If we resist the temptation to apply a veneer — even though we may convince ourselves it’s an honest approach — we can more effectively motivate our customers and help them realize their potential. How? Appealing to your customers’ shared sense of Purpose, including demonstrating how buying your product and engaging with your brand aligns with their values, can help them move closer to meeting their highest-level needs for self-actualization and self-transcendence. For real.

90% of consumers are more likely to trust a company that aligns with what they care about.
— Cone

Of course any purchase, in and of itself, is not going to magically transport a consumer to self-actualization or self-transcendence. But when everything your company does aligns with your Purpose, customer engagement can move beyond the purchase toward a more transformational, mutually-beneficial and sustained relationship.

This is where Purposeful marketing comes in:

  • Purposeful marketing speaks to the highest needs for self-actualization and self-transcendence (being your best self and contributing to social change). The customer is the hero, and the product serves to support the customer’s goal—rather than pretend to be a substitute for it.
  • Purposeful marketing promotes and normalizes responsible consumption. It challenges people to consider their buying habits and the motivation for (and consequences of) their purchases.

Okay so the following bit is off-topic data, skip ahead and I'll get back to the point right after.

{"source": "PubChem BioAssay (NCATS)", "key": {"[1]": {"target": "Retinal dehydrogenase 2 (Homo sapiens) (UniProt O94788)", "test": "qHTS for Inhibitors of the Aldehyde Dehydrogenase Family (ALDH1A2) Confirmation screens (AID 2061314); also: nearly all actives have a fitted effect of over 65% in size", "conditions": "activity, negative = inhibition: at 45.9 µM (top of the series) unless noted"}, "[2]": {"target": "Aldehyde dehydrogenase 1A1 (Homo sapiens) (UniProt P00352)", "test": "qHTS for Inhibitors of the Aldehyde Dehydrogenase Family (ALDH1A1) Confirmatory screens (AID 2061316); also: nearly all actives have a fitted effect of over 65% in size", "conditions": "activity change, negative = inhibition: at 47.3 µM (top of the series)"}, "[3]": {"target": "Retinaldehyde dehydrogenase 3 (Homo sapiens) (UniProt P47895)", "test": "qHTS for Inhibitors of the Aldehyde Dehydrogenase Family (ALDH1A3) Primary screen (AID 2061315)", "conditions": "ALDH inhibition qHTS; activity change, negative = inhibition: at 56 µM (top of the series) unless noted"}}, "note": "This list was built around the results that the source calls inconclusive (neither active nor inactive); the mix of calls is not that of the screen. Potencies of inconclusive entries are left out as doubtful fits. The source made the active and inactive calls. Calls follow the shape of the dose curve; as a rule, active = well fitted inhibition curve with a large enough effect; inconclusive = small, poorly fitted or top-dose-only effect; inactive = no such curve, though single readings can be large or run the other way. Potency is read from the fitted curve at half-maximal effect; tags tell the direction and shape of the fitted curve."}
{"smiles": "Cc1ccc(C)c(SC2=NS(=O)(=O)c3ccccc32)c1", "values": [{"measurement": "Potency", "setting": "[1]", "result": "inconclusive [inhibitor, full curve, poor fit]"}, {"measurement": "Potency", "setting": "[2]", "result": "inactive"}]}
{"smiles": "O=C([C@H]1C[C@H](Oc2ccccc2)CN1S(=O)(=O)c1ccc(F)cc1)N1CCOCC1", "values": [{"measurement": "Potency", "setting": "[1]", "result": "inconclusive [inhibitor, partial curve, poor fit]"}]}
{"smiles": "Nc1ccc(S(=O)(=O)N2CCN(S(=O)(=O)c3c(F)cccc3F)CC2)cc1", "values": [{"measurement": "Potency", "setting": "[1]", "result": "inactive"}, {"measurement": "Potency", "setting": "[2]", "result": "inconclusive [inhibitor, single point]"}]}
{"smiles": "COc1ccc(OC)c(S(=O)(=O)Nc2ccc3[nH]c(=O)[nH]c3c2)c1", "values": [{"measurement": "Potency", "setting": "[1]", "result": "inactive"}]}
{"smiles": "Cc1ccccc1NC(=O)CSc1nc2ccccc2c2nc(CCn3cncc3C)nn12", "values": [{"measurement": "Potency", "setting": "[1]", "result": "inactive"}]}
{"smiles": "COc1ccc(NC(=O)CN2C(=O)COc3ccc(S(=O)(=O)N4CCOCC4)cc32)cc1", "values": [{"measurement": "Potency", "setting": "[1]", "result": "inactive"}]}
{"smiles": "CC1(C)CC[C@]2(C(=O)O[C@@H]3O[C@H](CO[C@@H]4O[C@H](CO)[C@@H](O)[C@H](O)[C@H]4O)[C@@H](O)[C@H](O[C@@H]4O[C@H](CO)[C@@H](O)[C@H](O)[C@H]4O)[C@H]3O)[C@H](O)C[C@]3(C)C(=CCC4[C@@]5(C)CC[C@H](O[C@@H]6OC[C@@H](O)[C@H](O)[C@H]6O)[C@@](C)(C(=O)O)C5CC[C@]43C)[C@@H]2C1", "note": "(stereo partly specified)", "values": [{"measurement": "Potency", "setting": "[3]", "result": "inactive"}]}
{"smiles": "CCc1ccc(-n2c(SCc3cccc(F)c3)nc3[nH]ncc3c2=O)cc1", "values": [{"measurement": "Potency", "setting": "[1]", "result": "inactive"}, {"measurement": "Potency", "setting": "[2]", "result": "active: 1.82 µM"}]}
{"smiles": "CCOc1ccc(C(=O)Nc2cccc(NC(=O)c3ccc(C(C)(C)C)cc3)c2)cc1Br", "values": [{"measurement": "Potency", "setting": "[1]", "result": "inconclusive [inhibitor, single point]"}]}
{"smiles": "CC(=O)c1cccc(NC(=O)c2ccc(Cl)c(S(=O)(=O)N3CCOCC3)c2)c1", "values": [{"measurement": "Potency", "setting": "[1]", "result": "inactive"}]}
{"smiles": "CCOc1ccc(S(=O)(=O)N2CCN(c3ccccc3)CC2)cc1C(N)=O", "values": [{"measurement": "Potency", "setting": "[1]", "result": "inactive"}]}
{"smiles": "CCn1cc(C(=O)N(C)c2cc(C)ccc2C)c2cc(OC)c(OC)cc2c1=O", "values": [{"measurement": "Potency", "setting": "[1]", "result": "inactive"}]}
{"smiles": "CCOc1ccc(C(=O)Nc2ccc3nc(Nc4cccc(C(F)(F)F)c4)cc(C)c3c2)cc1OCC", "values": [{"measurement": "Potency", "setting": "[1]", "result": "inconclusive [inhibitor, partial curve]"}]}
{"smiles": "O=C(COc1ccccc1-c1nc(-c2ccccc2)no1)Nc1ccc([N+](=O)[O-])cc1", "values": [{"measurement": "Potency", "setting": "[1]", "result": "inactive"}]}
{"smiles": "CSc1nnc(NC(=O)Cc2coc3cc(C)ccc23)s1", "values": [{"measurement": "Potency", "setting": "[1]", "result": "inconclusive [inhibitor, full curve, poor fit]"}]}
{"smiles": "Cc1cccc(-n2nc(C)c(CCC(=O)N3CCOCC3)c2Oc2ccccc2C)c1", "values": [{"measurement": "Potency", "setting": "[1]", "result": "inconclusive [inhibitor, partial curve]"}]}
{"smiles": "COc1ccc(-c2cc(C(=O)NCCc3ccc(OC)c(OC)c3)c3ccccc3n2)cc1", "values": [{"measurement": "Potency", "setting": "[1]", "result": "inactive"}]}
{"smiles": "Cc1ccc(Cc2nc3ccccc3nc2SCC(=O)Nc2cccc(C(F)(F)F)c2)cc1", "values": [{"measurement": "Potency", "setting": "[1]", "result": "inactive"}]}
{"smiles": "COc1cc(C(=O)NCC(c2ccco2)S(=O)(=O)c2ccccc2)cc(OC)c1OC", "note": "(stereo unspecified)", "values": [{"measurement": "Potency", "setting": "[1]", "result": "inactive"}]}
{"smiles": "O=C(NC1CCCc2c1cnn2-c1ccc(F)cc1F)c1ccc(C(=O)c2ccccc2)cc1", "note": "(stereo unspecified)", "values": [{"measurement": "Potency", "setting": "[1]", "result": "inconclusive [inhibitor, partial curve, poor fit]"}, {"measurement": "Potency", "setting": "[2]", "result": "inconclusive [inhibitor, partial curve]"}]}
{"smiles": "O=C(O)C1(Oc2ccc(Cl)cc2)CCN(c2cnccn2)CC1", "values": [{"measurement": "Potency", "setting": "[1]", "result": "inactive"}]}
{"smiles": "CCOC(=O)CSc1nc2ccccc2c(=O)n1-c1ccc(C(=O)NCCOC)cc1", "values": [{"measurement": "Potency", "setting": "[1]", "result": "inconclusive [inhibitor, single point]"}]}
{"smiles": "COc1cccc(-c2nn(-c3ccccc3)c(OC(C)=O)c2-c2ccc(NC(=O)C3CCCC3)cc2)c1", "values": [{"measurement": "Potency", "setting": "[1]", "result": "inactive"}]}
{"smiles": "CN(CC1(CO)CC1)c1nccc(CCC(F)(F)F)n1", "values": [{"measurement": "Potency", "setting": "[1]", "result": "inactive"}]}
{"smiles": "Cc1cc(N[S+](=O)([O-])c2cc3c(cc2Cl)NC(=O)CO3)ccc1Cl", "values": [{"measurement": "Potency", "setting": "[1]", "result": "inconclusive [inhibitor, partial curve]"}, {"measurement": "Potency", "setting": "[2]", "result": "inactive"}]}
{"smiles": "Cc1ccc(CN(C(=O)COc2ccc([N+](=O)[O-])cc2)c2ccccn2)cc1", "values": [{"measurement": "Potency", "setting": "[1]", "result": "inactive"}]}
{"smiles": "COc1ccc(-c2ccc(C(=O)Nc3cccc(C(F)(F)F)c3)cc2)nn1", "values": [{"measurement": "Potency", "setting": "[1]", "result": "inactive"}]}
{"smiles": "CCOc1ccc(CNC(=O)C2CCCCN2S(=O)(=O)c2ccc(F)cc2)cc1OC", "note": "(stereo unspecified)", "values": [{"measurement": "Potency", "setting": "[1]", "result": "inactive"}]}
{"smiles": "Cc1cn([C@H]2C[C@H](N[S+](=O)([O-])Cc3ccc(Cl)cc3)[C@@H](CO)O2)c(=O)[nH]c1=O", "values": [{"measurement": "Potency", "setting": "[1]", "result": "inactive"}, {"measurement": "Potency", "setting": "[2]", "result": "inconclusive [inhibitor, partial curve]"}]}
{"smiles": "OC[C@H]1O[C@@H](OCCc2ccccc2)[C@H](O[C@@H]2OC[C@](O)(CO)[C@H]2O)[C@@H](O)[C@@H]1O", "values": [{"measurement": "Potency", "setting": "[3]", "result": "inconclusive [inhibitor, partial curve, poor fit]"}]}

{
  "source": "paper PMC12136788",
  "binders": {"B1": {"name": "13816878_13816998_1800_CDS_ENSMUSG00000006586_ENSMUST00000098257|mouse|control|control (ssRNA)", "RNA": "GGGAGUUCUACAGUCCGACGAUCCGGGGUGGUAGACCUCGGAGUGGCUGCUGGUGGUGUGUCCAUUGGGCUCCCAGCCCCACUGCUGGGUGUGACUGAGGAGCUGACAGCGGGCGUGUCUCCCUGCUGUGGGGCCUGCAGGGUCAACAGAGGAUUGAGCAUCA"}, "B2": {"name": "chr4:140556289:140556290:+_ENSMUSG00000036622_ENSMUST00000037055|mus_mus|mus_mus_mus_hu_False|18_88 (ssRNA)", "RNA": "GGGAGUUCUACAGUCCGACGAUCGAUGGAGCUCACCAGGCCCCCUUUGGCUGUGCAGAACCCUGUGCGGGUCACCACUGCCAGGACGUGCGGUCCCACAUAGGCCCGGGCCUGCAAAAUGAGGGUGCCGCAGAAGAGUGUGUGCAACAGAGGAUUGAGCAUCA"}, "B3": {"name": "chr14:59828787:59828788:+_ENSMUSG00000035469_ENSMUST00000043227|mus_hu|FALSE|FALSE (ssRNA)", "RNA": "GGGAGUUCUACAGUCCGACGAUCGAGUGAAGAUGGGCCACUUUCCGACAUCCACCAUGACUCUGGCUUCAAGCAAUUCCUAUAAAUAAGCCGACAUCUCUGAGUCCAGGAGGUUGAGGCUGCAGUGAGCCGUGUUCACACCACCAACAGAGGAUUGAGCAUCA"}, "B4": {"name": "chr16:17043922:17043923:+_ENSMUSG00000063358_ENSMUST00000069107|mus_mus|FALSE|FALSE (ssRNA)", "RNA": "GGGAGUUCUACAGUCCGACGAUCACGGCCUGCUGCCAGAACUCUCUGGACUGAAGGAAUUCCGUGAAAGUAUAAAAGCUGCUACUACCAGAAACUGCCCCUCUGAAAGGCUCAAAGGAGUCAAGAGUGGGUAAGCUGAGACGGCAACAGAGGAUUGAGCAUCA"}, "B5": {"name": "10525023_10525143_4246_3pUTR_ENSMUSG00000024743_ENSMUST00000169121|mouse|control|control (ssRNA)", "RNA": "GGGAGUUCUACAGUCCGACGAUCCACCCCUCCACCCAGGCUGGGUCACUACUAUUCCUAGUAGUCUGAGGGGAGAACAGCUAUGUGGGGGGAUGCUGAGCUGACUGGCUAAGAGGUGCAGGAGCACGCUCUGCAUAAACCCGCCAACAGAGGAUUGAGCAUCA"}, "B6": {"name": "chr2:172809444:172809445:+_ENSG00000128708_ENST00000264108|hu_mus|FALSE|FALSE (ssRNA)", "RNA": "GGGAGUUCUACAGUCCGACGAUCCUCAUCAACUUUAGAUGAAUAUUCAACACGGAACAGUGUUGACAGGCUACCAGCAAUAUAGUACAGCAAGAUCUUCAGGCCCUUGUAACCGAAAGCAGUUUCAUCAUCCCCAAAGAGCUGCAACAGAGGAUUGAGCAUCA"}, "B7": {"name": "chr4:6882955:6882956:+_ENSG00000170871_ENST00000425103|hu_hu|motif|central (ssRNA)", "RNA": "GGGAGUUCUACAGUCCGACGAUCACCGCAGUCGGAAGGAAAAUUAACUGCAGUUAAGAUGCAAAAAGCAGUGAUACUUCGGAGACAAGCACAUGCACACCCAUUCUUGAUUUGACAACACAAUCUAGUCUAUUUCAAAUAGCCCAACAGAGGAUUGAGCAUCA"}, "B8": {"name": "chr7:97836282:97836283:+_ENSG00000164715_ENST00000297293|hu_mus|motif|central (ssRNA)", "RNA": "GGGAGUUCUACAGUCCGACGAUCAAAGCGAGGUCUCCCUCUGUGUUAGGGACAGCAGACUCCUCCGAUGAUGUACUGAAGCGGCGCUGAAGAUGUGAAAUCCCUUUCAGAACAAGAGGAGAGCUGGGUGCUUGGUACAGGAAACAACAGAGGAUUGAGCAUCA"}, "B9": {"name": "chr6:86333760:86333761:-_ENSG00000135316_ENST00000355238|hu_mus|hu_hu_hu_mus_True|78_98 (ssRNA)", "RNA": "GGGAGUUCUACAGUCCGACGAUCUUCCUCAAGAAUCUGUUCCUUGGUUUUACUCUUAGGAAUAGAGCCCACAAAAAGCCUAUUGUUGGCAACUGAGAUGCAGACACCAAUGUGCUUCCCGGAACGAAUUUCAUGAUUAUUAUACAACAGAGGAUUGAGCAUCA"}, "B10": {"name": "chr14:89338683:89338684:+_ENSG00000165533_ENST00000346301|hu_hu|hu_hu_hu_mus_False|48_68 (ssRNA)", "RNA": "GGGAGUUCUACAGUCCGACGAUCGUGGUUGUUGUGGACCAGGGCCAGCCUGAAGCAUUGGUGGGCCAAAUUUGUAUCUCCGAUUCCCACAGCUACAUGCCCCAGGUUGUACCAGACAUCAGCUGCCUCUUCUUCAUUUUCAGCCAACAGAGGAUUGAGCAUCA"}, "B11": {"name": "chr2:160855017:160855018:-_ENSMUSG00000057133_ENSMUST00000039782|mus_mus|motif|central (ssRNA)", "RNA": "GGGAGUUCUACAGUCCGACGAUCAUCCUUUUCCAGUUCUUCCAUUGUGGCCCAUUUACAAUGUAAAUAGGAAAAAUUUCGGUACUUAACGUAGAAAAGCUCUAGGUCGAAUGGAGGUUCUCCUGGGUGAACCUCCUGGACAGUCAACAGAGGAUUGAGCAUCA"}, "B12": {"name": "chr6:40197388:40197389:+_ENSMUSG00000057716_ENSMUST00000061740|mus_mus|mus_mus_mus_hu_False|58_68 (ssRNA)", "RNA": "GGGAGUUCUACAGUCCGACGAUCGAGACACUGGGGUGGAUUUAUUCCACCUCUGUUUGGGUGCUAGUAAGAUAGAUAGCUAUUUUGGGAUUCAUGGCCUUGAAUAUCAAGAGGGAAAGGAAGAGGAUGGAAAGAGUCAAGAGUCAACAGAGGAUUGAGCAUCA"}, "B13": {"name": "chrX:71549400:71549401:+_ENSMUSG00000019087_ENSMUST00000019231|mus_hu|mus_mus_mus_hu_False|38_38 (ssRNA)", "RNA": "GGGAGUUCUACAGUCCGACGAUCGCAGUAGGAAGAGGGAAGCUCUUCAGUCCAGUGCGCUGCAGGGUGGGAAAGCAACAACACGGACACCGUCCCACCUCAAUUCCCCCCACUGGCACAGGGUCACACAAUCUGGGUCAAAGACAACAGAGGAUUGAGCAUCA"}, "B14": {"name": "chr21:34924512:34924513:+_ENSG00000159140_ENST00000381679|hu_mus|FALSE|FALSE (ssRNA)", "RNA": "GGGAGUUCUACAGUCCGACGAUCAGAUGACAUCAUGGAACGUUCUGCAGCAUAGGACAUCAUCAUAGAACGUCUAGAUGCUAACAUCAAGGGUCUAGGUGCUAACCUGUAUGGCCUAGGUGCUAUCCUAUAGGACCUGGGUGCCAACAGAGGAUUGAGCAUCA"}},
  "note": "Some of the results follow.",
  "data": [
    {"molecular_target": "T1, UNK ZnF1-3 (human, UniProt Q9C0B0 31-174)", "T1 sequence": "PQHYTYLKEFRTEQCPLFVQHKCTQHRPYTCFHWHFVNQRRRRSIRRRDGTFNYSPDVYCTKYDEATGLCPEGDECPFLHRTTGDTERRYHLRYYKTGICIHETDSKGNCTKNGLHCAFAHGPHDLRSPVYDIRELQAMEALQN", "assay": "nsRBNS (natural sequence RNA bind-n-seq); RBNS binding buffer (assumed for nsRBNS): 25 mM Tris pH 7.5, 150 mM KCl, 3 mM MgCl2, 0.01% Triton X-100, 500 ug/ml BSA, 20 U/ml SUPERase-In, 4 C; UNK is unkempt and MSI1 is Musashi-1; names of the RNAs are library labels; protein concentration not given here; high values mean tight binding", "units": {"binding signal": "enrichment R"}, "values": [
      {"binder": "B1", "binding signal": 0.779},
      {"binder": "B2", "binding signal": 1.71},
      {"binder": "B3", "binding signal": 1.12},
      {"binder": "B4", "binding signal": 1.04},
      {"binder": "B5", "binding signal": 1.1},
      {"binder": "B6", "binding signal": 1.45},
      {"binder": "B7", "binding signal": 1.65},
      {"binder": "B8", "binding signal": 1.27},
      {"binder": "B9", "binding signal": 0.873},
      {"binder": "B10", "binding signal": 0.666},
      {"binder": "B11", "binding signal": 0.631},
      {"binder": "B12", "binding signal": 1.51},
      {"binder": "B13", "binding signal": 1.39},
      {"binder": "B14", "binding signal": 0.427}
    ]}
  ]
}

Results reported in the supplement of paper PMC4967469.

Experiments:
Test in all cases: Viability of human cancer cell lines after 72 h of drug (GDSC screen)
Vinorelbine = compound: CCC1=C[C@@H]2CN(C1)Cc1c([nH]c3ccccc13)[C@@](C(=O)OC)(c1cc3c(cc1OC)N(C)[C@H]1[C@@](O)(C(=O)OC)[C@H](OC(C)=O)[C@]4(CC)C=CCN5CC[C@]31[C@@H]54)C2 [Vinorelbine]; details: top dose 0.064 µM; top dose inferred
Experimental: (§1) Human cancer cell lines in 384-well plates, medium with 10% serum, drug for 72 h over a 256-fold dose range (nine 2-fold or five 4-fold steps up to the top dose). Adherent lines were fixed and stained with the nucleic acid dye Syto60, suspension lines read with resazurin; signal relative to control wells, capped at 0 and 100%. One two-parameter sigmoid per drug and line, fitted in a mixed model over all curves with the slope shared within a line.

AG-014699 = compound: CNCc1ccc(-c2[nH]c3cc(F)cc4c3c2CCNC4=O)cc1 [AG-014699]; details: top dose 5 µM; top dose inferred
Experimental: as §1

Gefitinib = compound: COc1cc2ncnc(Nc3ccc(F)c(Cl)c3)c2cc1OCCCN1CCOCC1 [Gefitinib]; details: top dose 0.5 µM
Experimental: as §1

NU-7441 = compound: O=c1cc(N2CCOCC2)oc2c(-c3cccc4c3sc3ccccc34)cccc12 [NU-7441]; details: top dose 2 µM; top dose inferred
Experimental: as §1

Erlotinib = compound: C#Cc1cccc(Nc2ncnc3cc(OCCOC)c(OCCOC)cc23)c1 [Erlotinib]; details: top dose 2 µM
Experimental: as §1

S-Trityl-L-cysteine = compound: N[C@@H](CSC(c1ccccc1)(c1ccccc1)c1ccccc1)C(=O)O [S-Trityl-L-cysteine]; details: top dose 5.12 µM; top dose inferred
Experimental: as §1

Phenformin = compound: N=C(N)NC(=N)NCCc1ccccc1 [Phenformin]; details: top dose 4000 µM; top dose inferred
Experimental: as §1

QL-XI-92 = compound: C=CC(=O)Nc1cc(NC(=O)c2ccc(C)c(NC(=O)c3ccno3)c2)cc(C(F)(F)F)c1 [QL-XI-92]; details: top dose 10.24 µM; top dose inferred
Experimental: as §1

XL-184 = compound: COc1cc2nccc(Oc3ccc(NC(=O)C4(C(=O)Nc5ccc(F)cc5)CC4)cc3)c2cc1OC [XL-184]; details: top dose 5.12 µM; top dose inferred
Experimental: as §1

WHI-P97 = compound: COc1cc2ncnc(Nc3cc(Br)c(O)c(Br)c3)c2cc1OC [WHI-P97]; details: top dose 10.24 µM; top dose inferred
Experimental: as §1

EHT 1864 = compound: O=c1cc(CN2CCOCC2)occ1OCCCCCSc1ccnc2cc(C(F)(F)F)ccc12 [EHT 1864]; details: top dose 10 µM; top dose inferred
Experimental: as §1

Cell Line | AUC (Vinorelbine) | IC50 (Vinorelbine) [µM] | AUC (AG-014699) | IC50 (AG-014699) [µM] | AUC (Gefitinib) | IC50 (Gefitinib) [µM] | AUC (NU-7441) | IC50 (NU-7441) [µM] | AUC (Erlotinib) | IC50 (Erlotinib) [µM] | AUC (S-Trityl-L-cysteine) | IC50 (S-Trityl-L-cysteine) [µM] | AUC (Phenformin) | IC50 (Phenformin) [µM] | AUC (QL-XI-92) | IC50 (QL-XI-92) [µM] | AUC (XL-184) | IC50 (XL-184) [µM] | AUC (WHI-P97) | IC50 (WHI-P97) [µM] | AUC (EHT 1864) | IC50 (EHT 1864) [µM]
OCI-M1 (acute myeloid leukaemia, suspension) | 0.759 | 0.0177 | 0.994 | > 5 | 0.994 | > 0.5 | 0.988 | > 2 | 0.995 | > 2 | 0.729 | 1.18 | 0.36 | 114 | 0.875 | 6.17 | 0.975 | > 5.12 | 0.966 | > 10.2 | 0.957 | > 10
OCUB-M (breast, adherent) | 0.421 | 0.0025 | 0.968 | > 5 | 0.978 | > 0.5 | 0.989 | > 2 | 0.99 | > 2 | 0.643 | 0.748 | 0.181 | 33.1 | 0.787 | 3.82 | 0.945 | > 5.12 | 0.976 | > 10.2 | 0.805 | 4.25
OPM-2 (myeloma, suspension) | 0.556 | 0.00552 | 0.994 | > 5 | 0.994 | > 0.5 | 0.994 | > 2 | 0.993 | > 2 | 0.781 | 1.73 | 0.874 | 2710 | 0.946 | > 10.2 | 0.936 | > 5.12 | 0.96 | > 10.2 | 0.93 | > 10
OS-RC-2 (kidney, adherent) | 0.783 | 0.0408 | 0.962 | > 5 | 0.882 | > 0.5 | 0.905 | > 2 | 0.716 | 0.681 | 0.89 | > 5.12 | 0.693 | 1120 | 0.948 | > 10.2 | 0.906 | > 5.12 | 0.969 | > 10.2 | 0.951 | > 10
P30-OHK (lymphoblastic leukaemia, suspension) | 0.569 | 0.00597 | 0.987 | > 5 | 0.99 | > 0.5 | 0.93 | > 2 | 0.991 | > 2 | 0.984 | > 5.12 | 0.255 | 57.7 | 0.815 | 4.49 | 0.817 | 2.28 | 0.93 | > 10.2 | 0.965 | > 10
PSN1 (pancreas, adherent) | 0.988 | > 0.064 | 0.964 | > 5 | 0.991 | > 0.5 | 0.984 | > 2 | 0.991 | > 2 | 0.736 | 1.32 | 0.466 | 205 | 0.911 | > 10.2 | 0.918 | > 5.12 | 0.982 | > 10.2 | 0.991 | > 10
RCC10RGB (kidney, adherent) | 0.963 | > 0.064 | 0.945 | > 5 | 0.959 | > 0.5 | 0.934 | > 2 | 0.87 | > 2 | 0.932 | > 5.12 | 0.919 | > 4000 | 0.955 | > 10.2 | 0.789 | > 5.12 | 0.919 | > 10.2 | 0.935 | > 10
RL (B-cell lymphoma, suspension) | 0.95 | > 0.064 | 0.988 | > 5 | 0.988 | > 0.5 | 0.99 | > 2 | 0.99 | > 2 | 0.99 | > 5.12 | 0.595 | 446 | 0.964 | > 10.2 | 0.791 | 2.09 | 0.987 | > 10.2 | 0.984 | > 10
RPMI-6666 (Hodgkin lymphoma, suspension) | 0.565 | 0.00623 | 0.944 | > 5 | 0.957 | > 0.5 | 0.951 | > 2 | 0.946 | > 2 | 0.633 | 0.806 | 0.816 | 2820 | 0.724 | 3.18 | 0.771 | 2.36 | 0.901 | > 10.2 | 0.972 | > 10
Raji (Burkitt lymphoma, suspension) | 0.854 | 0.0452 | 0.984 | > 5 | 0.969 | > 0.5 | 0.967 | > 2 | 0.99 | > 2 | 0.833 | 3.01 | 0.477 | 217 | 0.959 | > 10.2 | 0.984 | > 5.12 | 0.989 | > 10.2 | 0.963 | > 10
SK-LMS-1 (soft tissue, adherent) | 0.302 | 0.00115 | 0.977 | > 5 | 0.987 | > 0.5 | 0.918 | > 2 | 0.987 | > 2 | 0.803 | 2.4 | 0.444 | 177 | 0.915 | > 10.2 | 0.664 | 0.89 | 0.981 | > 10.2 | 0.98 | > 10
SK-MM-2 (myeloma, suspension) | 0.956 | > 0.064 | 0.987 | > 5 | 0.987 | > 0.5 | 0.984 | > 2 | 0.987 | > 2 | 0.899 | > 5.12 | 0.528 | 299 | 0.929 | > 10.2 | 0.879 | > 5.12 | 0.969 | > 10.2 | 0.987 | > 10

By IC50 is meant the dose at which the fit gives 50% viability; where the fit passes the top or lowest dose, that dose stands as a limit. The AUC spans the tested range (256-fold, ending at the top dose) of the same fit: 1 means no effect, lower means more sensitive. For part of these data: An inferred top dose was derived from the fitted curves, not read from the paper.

• Purposeful marketing invites customers to be partners in Purpose. It offers them ways to engage beyond the purchase toward fulfilling your shared social Purpose.
  • Purposeful marketing aligns with and reinforces customer values, which are far more lasting than tastes or trends. This alignment creates opportunities for meaningful engagement and lasting connections.

51% of millennials want to get personally involved with brands in making the world a better place — MSL Group

If your brand has a strong and well-activated social Purpose (does it?), why not reach higher on the pyramid to help your customers move closer to realizing their aspirational needs? By helping them actualize their self-view as a purposeful person, you form a deep emotional connection that can build affinity, trust and loyalty — all while amplifying your shared social Purpose.

Need help transforming your customer relationships? Let’s talk about putting Purposeful marketing to work for your brand, and helping your customers realize what’s possible. Schedule a free consult today!

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Anne is partner + director of strategy at RoundPeg where she spends most of her time figuring out how to use marketing to help people make good choices. In her free time, she enjoys sampling obscure teas, reading dystopian fiction and spoiling her darling rescue dog, Molly. An impassioned communicator and people person, Anne enjoys bringing people together and offering advice to anyone who wants it [or doesn’t]. See more posts by Anne.